Day Trips: Magoffin Home State Historic Site, El Paso

Pioneer history is preserved in nineteenth-century homestead

Photos by Gerald E. McLeod

The Magoffin Home State Historic Site in El Paso preserves the last homestead and the story of one of the Southwest's pioneering families.

Joseph and Octavia Magoffin began construction of the white adobe house in 1875. It is one of the oldest examples of Territorial Style architecture in Texas. Over the years the family added to the one-story structure until it became a 19-room, U-shaped hacienda opening to a courtyard.

The city and the state purchased the property in 1976. Joseph's granddaughter lived in the house until her death in 1986, and soon after it was opened to the public.

Because the Magoffin family continuously occupied the house, much of the furnishings are original. Family portraits hang on the wall over Octavia's piano.

The rooms off the main hall are surprisingly small for what would have once passed for a mansion. The 14-foot ceilings and 3-foot-thick adobe brick walls helped blunt the mood swings of the desert weather.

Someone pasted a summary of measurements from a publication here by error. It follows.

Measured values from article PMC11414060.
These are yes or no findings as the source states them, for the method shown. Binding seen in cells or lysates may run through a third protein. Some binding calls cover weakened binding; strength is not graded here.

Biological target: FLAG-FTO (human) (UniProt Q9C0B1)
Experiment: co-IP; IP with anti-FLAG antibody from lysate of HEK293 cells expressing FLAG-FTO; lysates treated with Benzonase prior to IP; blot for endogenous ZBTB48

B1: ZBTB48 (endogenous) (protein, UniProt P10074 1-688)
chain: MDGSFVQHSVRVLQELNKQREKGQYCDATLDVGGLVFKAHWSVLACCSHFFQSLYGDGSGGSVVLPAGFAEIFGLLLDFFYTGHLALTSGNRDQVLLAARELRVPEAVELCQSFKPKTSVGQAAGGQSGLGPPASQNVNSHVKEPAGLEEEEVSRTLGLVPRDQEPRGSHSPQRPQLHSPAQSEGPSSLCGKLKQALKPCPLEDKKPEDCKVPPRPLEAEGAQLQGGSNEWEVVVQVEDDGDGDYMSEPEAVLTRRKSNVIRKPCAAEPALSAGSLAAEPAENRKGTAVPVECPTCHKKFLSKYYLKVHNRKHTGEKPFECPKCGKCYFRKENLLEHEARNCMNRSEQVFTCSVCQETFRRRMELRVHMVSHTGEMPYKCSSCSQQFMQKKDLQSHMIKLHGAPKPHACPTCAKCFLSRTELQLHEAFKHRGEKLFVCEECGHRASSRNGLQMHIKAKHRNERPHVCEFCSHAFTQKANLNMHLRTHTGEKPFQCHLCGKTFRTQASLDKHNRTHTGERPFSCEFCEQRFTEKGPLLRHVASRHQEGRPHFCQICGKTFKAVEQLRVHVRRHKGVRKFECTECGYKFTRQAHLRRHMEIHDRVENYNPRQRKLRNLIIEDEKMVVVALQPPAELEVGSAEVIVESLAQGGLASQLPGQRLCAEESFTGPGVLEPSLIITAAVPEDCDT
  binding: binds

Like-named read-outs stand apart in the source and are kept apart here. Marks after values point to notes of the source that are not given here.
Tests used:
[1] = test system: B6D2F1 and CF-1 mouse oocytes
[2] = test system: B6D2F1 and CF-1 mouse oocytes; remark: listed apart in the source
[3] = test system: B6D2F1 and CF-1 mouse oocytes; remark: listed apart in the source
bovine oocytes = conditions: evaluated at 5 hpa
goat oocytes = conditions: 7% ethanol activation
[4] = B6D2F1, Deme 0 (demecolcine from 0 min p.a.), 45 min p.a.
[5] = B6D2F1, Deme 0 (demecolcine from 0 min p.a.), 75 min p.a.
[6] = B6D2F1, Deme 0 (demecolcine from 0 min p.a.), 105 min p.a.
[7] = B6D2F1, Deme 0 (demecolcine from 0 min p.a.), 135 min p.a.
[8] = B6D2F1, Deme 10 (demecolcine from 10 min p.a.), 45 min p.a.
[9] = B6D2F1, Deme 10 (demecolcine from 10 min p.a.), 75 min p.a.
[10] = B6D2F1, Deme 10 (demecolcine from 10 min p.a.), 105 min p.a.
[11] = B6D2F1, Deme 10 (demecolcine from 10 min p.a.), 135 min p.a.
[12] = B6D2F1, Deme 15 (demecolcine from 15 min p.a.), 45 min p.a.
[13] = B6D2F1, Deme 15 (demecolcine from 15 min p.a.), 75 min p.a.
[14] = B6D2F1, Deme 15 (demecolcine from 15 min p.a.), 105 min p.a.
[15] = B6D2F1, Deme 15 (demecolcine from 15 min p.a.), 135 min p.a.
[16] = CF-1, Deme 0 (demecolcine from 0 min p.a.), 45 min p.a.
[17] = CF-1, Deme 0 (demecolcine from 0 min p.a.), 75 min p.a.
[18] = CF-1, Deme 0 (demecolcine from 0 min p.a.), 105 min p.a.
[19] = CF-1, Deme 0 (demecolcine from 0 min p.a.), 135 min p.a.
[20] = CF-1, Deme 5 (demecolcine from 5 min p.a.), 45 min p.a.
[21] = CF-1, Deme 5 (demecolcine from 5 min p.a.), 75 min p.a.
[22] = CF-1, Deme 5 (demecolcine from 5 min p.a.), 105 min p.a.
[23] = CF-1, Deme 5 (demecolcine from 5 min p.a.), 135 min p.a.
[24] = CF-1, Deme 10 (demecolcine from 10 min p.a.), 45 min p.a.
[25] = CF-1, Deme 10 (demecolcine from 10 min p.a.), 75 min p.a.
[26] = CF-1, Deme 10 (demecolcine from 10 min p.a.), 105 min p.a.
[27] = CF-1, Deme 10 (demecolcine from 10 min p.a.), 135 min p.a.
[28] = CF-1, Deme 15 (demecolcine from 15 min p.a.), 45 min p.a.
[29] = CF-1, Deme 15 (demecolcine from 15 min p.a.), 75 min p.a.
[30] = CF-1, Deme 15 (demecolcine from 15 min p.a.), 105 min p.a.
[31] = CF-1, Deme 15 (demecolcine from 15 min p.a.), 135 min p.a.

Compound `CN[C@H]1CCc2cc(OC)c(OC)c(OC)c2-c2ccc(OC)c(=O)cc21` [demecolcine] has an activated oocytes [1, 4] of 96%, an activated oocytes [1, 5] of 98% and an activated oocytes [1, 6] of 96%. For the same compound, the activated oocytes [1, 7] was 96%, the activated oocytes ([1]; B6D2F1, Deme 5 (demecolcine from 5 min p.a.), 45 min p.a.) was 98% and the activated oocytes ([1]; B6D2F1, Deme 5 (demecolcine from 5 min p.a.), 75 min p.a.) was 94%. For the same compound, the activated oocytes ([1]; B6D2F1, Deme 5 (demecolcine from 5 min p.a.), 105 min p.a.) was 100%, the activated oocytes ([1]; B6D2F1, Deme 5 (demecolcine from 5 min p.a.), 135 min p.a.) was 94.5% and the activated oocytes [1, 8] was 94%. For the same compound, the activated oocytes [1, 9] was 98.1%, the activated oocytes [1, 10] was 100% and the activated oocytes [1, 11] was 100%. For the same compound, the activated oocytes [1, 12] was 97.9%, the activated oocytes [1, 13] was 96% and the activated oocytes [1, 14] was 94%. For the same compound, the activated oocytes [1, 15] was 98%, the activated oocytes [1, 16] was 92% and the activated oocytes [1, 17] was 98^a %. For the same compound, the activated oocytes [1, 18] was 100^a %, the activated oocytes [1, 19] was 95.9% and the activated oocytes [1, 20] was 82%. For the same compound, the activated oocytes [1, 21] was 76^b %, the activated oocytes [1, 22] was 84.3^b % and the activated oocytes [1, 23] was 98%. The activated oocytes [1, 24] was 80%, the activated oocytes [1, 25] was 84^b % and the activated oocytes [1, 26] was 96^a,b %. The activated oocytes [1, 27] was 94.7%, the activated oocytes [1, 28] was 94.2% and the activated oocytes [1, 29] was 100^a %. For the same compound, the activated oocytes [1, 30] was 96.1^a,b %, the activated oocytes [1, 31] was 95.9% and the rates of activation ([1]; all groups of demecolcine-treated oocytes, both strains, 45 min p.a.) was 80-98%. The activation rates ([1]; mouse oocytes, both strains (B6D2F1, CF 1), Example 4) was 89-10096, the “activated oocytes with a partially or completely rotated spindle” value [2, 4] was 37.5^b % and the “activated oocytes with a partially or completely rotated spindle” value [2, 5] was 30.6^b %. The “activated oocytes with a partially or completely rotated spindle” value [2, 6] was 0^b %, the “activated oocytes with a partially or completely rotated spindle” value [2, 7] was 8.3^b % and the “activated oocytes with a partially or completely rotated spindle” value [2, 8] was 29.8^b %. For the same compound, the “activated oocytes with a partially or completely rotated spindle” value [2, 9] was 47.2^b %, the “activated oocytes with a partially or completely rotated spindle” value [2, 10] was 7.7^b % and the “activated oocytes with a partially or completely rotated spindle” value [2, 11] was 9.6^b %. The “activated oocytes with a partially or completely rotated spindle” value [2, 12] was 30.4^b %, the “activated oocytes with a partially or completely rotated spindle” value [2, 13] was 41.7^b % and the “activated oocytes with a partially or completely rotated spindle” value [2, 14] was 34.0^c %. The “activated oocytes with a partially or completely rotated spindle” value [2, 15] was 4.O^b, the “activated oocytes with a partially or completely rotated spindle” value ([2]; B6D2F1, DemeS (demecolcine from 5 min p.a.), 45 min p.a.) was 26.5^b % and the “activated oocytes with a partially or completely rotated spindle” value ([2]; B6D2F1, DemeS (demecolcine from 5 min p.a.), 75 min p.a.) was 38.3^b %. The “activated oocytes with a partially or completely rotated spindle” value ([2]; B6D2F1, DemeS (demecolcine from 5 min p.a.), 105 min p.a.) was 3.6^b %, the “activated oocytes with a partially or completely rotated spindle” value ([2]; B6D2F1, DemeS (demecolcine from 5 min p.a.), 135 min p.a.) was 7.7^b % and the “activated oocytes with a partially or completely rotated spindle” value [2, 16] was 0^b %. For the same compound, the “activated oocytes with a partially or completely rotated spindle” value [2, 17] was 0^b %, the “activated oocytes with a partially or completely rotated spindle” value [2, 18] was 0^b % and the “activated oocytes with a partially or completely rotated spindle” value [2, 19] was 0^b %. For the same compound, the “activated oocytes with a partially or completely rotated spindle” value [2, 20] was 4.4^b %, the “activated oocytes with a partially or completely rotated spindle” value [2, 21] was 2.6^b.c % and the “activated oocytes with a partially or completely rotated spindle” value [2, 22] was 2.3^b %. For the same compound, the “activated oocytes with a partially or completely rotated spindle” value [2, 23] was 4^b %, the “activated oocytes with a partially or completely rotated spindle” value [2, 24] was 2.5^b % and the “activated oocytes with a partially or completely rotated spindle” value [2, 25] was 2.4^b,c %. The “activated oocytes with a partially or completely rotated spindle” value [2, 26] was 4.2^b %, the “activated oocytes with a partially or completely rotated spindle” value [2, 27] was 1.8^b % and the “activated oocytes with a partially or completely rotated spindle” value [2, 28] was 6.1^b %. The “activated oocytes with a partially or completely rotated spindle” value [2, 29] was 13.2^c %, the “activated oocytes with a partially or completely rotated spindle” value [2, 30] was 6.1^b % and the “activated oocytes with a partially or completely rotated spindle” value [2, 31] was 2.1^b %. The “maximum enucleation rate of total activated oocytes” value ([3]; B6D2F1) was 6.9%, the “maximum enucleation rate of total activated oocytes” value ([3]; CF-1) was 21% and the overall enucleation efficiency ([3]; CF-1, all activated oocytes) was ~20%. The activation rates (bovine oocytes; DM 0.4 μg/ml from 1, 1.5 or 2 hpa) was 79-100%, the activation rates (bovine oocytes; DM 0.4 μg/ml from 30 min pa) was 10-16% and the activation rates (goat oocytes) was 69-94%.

James Magoffin, Joseph's father, established a successful mercantile business in Matamoros, Mexico, around 1825. In 1849, he settled on the upper Rio Grande and founded Magoffinsville, the forerunner of El Paso. Nearly 50 years later, John Wesley Hardin was gunned down in El Paso's Acme Saloon.

Joseph returned to his father's extensive real estate holdings after floods and the Civil War nearly bankrupted the family. He co-founded El Paso's first bank and the school system, and served as mayor, county judge, and alderman before his death in 1923.

The Magoffin Home Historic Site is east of downtown El Paso at 1120 Magoffin Ave. It is open for guided and self-guided tours Tuesday through Saturday, 9am to 4pm. For more information, go to

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Magoffin Home, El Paso, Joseph Magoffin, Octavia Magoffin, James Magoffin, Magoffinsville, John Wesley Hardin, Acme Saloon, architecture

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